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Antiques dealer sentenced to prison in pyramid scheme

Posted August 13, 2008

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— The former owner of an antiques store in Raleigh's Five Points neighborhood was sentenced Wednesday to almost 10 years in federal prison for bilking dozens of people out of an estimated $2.5 million.

Patricia Jacoby pleaded guilty in March to wire fraud, and she was sentenced to 115 months in prison and was ordered to pay about $1.6 million in restitution to investors whom she scammed.

Between February 2006 and June 2007, Jacoby, who owned the since-closed POSH! Fine Arts and Antiques, lied to investors, telling them she purchased estate lots of antiques to resell them at profit and promising a 22 percent return on their investments within 30 days.

Lorraine Buccellato of Cary said she lost $20,000 in the scheme. She rebuked Jacoby in federal court Wednesday during the sentencing hearing, calling her "an incredibly selfish woman" who caused "indescribable" pain to her and others.

Buccellato later said she was glad Jacoby is off the streets but said the prison sentence wasn't harsh enough.

"I honestly feel that she needed to be away from society," she said. "It's not even the money now so much to me. It was seeing the fact that this has come to an end."

Prosecutors are still working to find any business assets that could be sold to help pay back victims. Eighty-eight of the 118 victims in the scam haven't gotten any of their money back, authorities said, and Buccellato said she doesn't expect to ever see the money she lost.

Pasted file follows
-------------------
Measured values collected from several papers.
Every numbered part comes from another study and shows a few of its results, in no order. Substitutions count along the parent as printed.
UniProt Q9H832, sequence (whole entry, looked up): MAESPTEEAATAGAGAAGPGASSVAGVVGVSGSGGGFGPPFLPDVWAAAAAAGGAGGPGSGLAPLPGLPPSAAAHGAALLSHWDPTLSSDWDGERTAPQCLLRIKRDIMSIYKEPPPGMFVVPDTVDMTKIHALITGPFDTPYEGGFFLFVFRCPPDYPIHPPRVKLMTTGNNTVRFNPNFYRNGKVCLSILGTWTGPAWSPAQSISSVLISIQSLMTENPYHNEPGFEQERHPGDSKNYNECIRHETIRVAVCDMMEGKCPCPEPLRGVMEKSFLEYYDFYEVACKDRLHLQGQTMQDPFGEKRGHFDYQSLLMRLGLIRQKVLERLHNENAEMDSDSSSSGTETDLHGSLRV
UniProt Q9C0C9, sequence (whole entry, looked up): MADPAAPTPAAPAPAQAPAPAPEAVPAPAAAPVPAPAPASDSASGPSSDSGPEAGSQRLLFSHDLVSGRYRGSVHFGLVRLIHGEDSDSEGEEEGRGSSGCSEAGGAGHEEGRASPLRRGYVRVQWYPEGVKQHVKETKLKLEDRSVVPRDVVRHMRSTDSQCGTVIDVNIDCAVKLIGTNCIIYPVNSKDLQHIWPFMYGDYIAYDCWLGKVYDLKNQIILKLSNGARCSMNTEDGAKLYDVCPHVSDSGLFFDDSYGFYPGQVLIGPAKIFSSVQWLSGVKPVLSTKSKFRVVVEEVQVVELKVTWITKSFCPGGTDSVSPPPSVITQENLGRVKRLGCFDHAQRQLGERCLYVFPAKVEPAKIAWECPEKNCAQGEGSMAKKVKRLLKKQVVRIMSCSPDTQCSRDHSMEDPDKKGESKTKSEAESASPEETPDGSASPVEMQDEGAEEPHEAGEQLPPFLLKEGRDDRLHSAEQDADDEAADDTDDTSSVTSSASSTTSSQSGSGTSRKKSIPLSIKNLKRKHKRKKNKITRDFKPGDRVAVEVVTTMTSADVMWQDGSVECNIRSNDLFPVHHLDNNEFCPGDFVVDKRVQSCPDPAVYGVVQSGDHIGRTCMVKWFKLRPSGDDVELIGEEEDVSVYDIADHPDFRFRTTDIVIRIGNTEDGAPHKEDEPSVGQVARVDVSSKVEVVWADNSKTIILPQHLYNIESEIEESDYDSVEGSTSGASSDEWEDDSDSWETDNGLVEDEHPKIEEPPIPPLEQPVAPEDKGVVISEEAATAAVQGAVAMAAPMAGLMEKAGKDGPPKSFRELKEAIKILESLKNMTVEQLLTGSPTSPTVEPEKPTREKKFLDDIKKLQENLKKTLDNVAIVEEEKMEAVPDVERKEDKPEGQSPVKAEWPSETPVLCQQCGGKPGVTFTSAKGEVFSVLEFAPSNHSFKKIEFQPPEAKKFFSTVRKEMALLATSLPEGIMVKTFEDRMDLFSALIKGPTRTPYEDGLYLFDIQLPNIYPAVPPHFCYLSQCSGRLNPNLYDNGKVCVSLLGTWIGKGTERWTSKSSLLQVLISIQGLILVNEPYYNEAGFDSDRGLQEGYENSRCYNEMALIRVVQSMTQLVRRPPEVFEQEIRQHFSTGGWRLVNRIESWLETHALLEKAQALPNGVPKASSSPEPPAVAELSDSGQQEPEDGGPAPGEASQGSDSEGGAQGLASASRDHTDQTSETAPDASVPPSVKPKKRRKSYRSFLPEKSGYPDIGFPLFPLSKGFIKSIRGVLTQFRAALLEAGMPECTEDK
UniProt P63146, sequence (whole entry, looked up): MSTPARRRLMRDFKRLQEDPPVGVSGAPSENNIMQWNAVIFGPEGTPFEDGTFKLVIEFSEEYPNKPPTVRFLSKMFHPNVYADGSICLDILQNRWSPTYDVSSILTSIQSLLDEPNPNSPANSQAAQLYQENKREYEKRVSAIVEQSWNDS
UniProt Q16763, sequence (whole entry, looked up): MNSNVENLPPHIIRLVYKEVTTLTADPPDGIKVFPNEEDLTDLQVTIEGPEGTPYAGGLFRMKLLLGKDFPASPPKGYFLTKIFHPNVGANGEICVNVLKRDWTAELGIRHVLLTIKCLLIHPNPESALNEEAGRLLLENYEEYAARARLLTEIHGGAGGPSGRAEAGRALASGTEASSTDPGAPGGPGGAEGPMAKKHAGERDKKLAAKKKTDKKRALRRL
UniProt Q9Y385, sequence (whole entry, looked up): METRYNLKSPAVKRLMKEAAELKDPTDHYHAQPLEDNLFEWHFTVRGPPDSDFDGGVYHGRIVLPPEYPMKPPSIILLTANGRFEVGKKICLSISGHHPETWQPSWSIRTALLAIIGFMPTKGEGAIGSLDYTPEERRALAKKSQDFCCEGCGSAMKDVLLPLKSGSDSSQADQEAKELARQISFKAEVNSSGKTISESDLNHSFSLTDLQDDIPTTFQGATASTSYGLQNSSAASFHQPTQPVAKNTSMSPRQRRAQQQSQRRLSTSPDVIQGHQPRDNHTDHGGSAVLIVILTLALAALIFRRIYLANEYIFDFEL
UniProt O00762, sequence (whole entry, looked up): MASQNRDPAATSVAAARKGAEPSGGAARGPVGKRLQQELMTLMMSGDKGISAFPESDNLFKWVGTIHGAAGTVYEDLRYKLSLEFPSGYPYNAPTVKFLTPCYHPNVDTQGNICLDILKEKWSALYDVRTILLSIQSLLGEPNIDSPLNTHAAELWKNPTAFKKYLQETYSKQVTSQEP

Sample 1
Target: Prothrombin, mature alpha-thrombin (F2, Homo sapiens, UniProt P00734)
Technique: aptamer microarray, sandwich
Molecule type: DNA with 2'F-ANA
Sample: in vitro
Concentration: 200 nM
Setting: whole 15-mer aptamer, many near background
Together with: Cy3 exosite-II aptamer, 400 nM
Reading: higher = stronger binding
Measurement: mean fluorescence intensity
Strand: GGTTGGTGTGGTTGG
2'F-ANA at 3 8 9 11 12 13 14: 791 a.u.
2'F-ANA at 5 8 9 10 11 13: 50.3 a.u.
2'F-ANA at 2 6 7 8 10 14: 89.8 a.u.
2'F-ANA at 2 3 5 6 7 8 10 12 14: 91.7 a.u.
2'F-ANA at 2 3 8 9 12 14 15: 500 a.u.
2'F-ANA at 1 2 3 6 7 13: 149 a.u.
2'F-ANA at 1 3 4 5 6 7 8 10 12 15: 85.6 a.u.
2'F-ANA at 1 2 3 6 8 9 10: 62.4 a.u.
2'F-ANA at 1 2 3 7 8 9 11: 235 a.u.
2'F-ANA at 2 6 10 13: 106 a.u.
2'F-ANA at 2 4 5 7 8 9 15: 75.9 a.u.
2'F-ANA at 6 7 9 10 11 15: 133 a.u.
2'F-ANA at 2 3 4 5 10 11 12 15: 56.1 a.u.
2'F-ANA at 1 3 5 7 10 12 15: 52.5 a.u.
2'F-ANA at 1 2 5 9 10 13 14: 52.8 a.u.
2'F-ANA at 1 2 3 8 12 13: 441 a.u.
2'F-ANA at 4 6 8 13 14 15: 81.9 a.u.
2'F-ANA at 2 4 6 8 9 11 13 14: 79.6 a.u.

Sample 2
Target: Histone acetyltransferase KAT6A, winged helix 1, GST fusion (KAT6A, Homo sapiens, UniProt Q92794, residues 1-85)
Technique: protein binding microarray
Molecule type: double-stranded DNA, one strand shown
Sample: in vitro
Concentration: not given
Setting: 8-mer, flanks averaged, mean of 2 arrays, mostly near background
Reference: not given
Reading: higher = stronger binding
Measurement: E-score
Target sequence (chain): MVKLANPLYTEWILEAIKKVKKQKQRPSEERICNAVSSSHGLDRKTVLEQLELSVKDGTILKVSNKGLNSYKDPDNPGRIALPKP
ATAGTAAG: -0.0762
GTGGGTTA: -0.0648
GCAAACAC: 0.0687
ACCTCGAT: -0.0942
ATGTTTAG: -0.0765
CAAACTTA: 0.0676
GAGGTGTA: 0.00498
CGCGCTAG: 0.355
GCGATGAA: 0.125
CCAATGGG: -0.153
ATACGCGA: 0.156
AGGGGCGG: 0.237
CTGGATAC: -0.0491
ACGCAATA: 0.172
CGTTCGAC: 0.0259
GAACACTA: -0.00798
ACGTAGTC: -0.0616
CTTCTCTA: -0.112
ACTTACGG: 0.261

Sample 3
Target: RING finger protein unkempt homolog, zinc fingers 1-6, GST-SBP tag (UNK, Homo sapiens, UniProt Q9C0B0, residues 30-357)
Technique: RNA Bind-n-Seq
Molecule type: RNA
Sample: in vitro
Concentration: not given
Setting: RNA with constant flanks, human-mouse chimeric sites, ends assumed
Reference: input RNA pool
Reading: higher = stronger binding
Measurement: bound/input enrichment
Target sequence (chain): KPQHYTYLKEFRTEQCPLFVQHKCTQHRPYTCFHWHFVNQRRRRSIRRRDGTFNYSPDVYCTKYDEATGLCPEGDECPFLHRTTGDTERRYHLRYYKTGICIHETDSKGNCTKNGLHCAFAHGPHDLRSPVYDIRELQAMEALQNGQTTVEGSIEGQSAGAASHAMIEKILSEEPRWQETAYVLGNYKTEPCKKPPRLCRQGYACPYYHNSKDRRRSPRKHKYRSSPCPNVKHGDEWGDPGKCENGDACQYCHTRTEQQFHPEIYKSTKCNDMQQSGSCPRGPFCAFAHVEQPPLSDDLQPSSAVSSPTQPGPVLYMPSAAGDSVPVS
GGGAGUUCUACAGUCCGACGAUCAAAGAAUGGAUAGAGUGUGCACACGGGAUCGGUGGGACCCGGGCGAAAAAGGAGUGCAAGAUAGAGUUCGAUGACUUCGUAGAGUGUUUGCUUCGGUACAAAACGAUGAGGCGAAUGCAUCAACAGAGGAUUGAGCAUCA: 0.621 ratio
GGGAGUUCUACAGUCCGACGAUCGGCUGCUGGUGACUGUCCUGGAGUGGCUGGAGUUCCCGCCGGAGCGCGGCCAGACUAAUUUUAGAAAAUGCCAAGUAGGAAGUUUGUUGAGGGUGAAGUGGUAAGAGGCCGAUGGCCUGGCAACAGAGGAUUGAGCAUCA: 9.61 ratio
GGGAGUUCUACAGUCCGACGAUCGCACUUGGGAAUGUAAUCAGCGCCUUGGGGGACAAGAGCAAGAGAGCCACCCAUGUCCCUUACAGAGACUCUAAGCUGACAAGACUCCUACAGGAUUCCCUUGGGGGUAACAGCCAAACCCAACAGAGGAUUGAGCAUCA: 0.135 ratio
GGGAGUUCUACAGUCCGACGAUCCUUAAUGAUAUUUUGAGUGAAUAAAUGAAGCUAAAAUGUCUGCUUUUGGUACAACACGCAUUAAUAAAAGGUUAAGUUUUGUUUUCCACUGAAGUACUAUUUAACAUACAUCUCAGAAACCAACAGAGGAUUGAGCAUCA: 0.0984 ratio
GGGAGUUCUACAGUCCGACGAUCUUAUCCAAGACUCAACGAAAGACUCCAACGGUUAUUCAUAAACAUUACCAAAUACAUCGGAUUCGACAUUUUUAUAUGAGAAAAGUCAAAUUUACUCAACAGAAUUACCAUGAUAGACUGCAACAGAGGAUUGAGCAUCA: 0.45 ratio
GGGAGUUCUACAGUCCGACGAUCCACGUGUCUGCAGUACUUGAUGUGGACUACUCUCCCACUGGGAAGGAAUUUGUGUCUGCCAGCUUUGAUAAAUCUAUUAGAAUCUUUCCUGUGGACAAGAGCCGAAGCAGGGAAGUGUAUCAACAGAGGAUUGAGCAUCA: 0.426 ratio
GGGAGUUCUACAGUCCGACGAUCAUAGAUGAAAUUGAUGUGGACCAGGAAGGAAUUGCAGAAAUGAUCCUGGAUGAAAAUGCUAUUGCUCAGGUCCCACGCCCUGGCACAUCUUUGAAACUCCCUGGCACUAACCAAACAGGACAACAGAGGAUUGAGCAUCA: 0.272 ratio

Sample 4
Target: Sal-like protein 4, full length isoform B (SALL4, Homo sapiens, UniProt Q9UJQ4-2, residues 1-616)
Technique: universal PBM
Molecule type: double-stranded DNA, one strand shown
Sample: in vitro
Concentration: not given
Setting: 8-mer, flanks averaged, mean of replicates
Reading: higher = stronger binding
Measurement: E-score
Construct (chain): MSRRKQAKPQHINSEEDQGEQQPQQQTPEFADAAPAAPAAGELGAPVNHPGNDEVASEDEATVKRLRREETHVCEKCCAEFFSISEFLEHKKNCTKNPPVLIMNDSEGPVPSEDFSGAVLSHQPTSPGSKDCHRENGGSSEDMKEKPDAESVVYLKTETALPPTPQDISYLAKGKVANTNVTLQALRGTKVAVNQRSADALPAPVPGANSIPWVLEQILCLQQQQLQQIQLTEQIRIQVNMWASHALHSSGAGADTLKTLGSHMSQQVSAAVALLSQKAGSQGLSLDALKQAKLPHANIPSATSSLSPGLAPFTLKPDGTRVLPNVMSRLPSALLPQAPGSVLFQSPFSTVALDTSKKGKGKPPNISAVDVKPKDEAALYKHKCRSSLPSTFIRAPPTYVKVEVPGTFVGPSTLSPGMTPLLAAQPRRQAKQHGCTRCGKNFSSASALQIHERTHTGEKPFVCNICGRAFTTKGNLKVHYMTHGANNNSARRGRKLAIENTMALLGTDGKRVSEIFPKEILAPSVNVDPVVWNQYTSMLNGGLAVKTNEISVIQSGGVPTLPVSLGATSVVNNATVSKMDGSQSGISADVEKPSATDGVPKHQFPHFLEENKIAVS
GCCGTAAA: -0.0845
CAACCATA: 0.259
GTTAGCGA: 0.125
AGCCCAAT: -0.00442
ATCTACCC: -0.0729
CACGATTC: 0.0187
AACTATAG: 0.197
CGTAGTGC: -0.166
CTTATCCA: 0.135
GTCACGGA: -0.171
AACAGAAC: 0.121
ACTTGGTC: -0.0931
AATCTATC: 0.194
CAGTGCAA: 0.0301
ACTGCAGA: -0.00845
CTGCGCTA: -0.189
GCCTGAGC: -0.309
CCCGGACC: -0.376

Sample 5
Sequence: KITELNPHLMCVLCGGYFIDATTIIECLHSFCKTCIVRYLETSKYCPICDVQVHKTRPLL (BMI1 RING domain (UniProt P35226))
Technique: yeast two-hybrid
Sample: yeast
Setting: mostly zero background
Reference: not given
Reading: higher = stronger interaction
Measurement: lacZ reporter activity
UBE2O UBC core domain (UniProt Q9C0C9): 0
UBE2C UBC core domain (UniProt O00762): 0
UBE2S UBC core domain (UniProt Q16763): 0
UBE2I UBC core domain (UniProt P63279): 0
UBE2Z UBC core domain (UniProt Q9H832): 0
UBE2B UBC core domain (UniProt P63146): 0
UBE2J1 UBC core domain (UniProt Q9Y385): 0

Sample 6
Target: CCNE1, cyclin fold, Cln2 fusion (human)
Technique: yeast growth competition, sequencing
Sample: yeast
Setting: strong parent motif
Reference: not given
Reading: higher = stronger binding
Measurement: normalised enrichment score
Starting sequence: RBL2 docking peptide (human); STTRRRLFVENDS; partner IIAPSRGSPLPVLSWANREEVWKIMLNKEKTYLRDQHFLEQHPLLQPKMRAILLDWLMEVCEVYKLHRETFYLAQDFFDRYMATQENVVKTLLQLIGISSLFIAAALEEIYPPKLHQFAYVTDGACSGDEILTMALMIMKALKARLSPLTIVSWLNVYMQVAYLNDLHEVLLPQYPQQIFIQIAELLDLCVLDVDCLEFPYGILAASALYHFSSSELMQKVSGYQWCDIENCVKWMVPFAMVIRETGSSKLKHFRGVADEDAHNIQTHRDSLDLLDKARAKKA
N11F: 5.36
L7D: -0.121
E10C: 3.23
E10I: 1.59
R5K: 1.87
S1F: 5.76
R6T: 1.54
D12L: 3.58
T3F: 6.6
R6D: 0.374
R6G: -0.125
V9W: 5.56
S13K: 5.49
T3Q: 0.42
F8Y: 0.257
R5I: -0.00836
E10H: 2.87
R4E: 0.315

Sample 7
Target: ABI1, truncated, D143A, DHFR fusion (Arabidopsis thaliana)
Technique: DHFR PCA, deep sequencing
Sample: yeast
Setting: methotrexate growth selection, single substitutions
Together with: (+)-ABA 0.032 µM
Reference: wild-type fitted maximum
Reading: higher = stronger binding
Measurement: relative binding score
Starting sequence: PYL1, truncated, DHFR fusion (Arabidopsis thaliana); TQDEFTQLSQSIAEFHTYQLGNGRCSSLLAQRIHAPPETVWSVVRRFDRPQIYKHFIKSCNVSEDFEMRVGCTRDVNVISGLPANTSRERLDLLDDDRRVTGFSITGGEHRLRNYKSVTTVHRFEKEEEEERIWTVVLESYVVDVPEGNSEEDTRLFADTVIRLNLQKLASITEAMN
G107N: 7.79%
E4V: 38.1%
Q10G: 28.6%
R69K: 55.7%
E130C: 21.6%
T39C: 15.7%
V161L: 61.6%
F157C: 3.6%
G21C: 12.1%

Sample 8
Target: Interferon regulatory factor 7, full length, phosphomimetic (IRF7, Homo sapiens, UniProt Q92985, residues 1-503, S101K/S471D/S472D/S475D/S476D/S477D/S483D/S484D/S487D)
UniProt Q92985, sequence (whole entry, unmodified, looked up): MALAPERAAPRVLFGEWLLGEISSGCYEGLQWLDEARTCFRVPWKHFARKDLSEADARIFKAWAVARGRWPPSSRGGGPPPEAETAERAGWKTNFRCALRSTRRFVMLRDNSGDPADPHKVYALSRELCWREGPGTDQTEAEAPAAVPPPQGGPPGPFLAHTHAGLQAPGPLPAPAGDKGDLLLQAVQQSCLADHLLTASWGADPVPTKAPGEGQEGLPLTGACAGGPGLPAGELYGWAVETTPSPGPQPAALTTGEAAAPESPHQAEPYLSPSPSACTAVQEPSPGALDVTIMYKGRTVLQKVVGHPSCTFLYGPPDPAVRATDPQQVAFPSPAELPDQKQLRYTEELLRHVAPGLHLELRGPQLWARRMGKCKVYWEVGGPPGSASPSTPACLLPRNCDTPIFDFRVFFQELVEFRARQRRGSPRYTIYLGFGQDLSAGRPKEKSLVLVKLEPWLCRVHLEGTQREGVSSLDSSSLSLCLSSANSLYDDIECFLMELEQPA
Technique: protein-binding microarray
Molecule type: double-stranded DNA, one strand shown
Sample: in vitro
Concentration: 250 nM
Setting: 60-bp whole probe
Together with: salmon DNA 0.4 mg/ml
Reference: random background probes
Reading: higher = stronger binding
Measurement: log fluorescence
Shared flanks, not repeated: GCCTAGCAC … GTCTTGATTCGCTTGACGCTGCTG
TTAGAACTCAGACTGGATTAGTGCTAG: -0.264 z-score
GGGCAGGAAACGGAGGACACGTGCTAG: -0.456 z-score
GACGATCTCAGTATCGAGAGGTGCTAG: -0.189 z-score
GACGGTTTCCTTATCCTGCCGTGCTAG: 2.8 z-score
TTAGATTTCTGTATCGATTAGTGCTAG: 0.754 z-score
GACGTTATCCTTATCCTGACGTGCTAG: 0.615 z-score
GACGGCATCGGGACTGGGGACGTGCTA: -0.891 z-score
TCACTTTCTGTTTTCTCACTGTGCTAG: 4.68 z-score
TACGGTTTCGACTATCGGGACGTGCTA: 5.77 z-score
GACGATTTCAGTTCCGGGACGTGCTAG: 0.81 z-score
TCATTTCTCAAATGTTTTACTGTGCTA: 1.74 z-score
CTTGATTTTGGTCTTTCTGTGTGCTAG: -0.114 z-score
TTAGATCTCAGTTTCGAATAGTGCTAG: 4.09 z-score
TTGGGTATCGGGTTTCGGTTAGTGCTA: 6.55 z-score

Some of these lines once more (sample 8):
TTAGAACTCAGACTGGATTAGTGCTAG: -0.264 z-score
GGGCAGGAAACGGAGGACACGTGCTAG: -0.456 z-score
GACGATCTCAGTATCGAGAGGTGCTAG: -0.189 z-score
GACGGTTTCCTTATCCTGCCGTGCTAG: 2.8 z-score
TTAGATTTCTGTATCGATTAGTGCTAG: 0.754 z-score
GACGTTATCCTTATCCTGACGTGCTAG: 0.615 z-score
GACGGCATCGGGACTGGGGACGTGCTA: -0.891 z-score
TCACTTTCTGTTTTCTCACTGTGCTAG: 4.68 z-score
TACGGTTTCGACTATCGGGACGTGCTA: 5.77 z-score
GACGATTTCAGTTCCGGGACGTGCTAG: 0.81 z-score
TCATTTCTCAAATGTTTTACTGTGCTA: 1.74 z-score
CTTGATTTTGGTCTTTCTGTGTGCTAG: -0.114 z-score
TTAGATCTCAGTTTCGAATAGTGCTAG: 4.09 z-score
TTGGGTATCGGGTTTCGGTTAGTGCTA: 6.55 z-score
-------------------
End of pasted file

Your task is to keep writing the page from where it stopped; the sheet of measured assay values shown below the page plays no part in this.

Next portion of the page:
"I've learned a valuable lesson for $20,000," she said.

Jacoby wept in court as she listened to Buccellato and to letters written by other victims – nine people sent letters to the court describing the impact of the scheme on their lives. She said the episode caused her "untold sadness, remorse and terrible guilt."

Buccellato remained skeptical. "Remorse? I don't believe it. I don't believe it," she said.

Jacoby requested to serve her sentence at the federal women's prison at Alderson, W.Va., the same prison that once house former state Agriculture Secretary Meg Scott Phipps and domestic style icon Martha Stewart. She also asked that she be able to continue psychiatric therapy and drug treatment in prison.

Jacoby was previously convicted in two other schemes.

She spent a year and a half in prison for bilking investors in an art scheme after a 2000 conviction in Mecklenburg County. In 2006, she pleaded guilty in Wake County to similar charges and paid $56,000 in restitution to victims.

Investigators said she used money raised from investors in the latest scam to repay previous victims, noting the antiques investment scheme was in the works as soon as Jacoby completed her sentence in the earlier Wake County case.


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  • PJM Aug 14, 2008

    Look at this....crime right in your backyards, but some have the nerve in the past blogs to talk about Gang activity in the south side of our city....